By Arab News
It’s being called India’s own Arab revolution and parallels are being drawn between Delhi’s Jantar Mantar and Egypt’s Tahrir Square. Anna Hazare, the new icon the nation has discovered overnight, is even being compared to Gandhi with the famous Salt March being invoked in references to the crusade on corruption the septuagenarian launched this week.
There are no two views that with his fast-unto-death demanding legislative action against corruption, Hazare has captured the imagination of a billion people. He tapped into people’s growing revulsion of political class and their craving for change. Call him a populist or what you will but there is no doubt that by kick-starting his campaign against corruption not far from the nation’s power center, Hazare answered the need of the hour, as it were, touching an emotional chord of an angry and frustrated people.
So when Prime Minister Manmohan Singh finally bowed to Hazare’s demands agreeing to bring in the Lok Pal Bill, people across the length and breadth of the country celebrated with him. It was a people’s victory and people power at its best. At another level, it represented a powerful protest against the venality of India’s political class, demonstrated in recent months in numerous corruption scandals involving billions of dollars in taxpayer’s money.
Right now, two-time federal minister in Manmohan Singh’s Cabinet, A. Raja, is behind bars as the CBI builds its case against him and others. There are many others out there, including former Federal Minister Suresh Kalmadi who brought shame to the nation with his shenanigans during the Commonwealth Games.
With former Supreme Court Chief Justice KG Balakrishnan (currently heading the National Human Rights Commission) implicated in numerous corruption scandals, even the most hallowed national institutions have come under cloud. This is why the government’s move to finally bring in the legislation to create the much awaited corruption watchdog, Lok Pal, which will bring even the prime minister and Supreme Court under its purview, is being widely welcomed by the middle classes and media.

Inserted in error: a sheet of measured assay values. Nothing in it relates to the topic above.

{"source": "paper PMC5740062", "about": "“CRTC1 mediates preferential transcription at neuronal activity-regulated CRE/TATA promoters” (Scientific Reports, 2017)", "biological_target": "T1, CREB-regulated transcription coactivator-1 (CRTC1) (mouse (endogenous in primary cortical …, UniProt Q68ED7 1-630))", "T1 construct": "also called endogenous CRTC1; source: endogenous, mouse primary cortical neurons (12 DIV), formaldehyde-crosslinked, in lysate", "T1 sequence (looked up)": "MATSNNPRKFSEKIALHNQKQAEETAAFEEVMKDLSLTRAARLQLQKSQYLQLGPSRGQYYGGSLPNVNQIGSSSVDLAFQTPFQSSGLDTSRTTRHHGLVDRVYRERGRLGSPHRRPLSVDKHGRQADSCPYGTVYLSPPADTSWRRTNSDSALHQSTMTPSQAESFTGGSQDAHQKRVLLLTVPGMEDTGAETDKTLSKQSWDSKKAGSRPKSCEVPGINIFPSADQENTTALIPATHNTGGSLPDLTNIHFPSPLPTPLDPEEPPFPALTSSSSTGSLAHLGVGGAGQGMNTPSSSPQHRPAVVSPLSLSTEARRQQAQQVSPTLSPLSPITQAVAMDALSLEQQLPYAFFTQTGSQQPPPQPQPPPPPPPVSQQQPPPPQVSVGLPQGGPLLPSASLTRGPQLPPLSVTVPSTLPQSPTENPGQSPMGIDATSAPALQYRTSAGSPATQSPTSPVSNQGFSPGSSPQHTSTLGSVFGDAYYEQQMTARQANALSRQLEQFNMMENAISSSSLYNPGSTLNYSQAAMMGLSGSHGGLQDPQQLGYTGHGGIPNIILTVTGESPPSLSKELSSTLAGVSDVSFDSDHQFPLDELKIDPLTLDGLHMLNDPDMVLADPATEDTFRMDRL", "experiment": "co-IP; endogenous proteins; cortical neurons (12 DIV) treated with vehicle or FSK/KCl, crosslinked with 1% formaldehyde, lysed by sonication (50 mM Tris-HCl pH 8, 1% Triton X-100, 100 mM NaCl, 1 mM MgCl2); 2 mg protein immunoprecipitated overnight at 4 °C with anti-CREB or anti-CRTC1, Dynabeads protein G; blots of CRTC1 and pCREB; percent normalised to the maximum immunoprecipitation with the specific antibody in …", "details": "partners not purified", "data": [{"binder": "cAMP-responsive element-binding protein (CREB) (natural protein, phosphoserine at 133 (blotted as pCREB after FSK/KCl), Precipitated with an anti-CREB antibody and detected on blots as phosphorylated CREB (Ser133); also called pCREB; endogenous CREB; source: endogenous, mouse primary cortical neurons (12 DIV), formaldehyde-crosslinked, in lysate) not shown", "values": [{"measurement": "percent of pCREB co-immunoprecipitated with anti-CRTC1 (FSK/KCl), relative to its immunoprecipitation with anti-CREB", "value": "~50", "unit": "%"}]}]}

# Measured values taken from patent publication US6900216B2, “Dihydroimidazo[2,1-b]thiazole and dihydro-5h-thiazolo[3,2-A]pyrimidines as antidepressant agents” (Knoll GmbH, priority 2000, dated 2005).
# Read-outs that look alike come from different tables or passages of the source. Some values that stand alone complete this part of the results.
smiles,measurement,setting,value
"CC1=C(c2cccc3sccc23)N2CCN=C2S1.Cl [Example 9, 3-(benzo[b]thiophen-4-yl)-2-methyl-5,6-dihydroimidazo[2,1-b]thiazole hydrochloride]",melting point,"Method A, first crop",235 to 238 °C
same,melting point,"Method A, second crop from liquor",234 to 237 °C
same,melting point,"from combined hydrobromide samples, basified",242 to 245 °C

But welcome as the proposed independent ombudsman is, it would be simplistic to believe it will eliminate corruption from public life. If corruption has thrived in India, or for that matter in other developing countries, it is not because of a lack of stringent laws or institutional safeguards. Indeed, India has enough laws and constitutional provisions to deal with the all-pervasive malaise and with the likes of Raja and Kalmadi. So you wouldn’t want bet to your last dollar on the Lok Pal ushering in a new era of clean governance and politics in Indian democracy.
What is needed is an all-out and relentless war on corruption in all its manifestations. It has been tolerated and nurtured for so long that it has evolved into a culture whose roots go far deeper than we seem to realize. This war will have to be waged long after Hazare and his band of crusaders and middle class supporters, forever looking for reflected glory, have gone home. Laws alone cannot rid India of the culture of sleaze. The country needs a sustained and conscious people’s movement to fight the cancer that is eating into the vitals of the body politic. A war on corruption in all its forms. Bribery is just one aspect of it. Targeting vulnerable sections of society or dividing people in the name of religion and caste for power is also corruption.